A lyrical yet assertive work, “House of Hummingbird” is the soulful debut feature of Korean director Kim Bo-ra, a Columbia University School of the Arts Alumna, following a series of shorts, often focused on family life. Her subtle indie film had its world premiere with a “bang” at the 23rd Busan International Film Festival, where it has been met with praise and won the KNN Audience Award as well as the NETPAC (Network for the Promotion of Asian Cinema) Award.
“House of Hummingbird” received the Pitch & Catch Megabox Grand Award from Seoul International Women’s Film Festival and received production support from Korean Film Council, Seoul Film Commission and Seongnam Cultural Foundation. Moreover, it was selected for IFP Narrative Lab and received post production support from Sundance Film Festival.
“House of Hummingbird” is screening at Berlin Film Festival
Eun-hee (Ji-hu Park) is a 14-year-old girl entering the problematic age of adolescence in 1994’s Seoul. The date is told at the beginning of the movie but it is also reiterated during, via three very precise events – two of them very relevant in Korea’s recent history.
The movie cleverly opens with one of the most symbolic episodes of the whole film, that well introduces the protagonist Eun-hee. The girl bangs at the door of her apartment and increasingly gets distressed because the mum is not opening. She calls out, angry and scared at the same time, when she finally realises she is banging at the wrong door, one floor below. When the camera slowly zooms out we get to see the council estate were Eun-hee’s family lives, rows and rows of floors, doors and windows all looking exactly the same. Eun-hee is lost in life, she doesn’t know where she belongs and is craving for love and attention.
The youngest of three siblings, Eun-hee moves in a universe constellated by negative masculine figures – pushy teachers, a stressed father, an overachieving and violent brother – and governed by the toxic idea that everything in life will be determined by her school results. Her family is somehow dysfunctional; the parents run a rice cake shop and work long hours to make enough money for the family, but with the unwanted side-effect of being often absent and emotionally distant, her sister is in full rebel-teenage mode and her big brother is plagued by a school performance anxiety that often results in bouts of violence towards poor Eun-hee.
While the year 1994 unfolds with the World Cup, the death of North Korean leader Kim II-sung and the collapse of the Seongsu Bridge, even Eun-hee’s little world is shaken by new, unsettling feelings; she has an innocent love story with a boy and at the same time explores her feelings for a girlfriend, she observes a family grievance when her uncle dies and experiences a health scare when a lump is found on her neck. Lonely and insecure Eun-hee restlessly looks for love and sweetness (like the bird of the title) until, by chance, she comes across an adult who is different from all the adults that surround her. Young-ji (Kim Sae-byuk) her cram school teacher, is a young woman with melancholic eyes that suggest a bumpy path to happiness and, above all, with ears to listen to Eun-hee.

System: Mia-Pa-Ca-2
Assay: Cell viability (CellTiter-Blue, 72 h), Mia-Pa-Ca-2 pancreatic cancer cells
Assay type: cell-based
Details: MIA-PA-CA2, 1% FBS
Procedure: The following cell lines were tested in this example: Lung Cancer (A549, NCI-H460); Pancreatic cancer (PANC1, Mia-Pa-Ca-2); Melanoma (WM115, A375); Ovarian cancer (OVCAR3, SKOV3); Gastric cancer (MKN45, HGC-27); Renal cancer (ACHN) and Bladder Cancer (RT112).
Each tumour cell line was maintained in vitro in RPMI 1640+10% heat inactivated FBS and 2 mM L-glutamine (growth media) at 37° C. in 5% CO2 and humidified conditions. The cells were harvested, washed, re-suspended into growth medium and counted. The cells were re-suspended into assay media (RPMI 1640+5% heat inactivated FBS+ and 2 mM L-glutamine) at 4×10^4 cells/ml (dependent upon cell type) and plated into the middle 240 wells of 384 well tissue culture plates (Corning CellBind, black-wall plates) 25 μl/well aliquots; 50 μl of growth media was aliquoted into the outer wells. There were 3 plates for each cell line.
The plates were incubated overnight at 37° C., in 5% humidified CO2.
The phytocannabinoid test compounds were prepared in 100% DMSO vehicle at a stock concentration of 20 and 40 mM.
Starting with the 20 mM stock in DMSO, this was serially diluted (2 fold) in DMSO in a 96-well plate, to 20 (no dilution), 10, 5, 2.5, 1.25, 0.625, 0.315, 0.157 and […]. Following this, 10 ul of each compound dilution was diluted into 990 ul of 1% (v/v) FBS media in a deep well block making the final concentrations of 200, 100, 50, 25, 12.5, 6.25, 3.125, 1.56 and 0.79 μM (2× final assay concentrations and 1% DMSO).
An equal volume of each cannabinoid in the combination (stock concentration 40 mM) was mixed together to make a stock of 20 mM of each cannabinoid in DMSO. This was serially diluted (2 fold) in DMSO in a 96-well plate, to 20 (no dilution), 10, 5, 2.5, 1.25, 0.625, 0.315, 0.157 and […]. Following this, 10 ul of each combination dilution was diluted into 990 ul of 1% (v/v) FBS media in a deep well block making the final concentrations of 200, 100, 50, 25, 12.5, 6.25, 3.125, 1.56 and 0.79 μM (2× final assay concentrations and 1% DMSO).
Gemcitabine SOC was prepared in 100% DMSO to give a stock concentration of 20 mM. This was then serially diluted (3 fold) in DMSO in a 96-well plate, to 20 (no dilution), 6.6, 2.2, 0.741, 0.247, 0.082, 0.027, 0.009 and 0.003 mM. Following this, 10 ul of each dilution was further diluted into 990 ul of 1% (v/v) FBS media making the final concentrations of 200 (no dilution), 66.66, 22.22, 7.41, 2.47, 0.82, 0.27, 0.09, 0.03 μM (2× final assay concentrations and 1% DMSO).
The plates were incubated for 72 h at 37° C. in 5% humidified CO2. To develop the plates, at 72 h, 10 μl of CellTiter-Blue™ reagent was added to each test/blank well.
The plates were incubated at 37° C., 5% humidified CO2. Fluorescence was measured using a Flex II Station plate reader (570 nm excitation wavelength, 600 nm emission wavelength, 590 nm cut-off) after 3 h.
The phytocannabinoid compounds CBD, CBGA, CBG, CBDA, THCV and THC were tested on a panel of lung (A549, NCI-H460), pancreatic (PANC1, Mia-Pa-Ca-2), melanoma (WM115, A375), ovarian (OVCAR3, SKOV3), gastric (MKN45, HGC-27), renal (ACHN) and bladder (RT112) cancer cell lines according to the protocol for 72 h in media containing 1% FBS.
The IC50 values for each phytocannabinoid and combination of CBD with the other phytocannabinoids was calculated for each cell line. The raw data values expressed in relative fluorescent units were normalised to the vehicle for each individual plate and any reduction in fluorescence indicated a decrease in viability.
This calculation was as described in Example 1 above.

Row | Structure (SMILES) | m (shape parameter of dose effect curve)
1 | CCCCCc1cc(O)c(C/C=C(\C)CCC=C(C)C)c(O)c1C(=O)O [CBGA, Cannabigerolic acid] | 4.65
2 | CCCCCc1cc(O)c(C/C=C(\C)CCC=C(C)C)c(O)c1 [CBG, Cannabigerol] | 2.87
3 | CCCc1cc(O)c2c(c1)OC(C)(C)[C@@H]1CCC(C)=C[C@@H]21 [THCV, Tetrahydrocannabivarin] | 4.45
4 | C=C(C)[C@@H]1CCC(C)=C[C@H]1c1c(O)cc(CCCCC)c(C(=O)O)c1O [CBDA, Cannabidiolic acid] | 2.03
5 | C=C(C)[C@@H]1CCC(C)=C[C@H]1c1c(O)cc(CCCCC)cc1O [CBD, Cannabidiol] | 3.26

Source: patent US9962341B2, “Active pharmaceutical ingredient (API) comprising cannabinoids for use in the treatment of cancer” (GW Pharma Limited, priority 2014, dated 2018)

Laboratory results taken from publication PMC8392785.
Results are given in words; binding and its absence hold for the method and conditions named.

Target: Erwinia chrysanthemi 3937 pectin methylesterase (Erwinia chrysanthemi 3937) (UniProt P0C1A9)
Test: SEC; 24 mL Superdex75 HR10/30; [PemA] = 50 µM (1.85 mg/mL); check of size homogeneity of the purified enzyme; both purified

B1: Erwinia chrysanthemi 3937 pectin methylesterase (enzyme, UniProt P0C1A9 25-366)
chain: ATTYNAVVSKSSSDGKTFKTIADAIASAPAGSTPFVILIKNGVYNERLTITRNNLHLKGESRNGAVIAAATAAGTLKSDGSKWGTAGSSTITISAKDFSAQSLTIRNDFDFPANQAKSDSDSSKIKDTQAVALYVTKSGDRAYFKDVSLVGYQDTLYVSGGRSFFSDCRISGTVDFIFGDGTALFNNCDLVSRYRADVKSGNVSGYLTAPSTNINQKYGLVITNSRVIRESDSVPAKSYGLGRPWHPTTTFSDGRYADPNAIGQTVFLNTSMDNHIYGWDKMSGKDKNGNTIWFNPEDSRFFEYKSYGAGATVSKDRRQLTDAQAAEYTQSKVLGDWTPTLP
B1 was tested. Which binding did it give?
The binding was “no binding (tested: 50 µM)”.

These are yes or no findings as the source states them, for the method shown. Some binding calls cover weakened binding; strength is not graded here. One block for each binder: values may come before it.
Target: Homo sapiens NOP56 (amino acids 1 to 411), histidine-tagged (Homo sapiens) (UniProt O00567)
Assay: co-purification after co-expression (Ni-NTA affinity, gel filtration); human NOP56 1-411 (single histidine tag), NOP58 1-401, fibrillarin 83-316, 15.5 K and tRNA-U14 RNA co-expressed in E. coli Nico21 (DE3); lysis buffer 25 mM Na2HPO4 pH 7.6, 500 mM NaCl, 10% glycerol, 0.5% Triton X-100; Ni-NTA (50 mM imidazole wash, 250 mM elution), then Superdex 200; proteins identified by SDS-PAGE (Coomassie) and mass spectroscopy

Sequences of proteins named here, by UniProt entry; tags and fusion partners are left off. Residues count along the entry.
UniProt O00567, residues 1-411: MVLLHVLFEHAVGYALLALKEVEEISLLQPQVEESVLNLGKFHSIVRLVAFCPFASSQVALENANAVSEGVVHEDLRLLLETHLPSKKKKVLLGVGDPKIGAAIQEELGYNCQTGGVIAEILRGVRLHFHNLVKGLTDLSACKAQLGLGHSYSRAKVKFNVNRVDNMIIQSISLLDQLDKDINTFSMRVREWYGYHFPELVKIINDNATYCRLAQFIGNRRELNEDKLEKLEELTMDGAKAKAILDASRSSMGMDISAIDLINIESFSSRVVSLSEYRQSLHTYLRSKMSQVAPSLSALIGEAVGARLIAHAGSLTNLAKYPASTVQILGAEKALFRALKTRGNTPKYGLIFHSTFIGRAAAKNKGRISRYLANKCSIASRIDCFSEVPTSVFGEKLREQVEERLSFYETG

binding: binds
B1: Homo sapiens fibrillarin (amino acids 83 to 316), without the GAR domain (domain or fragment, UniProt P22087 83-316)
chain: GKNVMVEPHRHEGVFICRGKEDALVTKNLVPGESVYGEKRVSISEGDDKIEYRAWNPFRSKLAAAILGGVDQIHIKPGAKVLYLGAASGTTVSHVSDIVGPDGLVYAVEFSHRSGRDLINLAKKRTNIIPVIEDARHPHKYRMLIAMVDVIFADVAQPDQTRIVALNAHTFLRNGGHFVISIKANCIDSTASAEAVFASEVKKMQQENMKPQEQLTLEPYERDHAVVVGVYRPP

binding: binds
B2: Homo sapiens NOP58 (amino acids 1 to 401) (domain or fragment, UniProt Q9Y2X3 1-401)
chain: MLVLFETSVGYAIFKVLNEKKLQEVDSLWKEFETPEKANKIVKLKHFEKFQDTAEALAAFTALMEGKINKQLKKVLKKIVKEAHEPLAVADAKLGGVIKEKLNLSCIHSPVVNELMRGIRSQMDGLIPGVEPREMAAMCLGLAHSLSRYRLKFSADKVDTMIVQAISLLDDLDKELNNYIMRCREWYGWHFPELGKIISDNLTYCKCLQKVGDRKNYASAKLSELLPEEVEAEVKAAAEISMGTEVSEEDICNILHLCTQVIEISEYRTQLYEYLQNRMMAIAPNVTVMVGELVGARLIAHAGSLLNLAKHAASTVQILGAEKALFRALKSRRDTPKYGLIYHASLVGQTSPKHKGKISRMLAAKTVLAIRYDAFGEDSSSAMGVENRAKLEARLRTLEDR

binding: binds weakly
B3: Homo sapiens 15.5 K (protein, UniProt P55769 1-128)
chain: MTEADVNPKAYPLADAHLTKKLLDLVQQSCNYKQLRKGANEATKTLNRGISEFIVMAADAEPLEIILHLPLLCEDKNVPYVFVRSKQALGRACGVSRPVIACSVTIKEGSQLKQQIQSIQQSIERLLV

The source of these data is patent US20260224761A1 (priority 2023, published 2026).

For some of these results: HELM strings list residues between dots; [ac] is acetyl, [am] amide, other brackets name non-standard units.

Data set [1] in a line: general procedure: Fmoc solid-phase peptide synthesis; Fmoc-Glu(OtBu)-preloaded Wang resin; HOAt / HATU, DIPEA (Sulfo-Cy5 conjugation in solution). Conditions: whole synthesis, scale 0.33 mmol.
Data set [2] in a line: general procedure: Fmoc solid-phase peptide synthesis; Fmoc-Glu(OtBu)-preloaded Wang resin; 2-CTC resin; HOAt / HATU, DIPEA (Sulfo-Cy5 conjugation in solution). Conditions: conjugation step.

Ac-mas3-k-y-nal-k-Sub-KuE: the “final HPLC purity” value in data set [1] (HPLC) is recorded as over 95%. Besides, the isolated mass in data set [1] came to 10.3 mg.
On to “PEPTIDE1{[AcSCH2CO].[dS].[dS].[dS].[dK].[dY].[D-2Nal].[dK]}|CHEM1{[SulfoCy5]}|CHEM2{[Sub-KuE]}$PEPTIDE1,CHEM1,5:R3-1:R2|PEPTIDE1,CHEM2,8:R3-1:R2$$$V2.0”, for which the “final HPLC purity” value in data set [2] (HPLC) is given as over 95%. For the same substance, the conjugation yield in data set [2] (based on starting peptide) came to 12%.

“House of Hummingbird” belongs to the happy family of films like “The World of Us”, “Han Gong-ju”, “A Girl at My Door”. It’s a subtle observation of a teenage girl in Korea in the typical detached “slice-of-life” manner but it’s also a portrait of the multifaceted environment and the social circumstances that have impacted and marginalised the girl and her family. Layered and rich of humanity, the characters of “House of Hummingbird” are far from black and white and the reasons behind their actions are complex and nuanced.
The movie is almost entirely on the shoulders of young actress Ji-hu Park who does an incredible job portraying all the shades of loneliness, curiosity, anxiety that rattle Eun-hee’s heart. Watching her enjoying the sweet taste of unexpected attentions and care in hospital or opening up to her special friend teacher is a real joy. Her variety of facial expressions are often captured and magnified in long shots and close-ups by cinematographer Kang Gook-hyum, (“The Shameless”) who has bathed the whole film in a soft light that tastes of remembrance, longing and hope. Kim Sae-byuk is also perfect in her short role as a gentle comet in Eun-hee’s universe.
Kim Bo-ra has created Eun-hee, a 90’s Korean girl, to channel the angst that all adolescents experience; the fear of facing an Ocean on a tiny raft. In a poignant scene near the end, the three siblings at dusk watch the collapsed Seongsu Bridge, showing their emotions unashamedly. They are three little sprouts, overwhelmed by the tragedies that life can throw at you, and yet destined to process it and move on.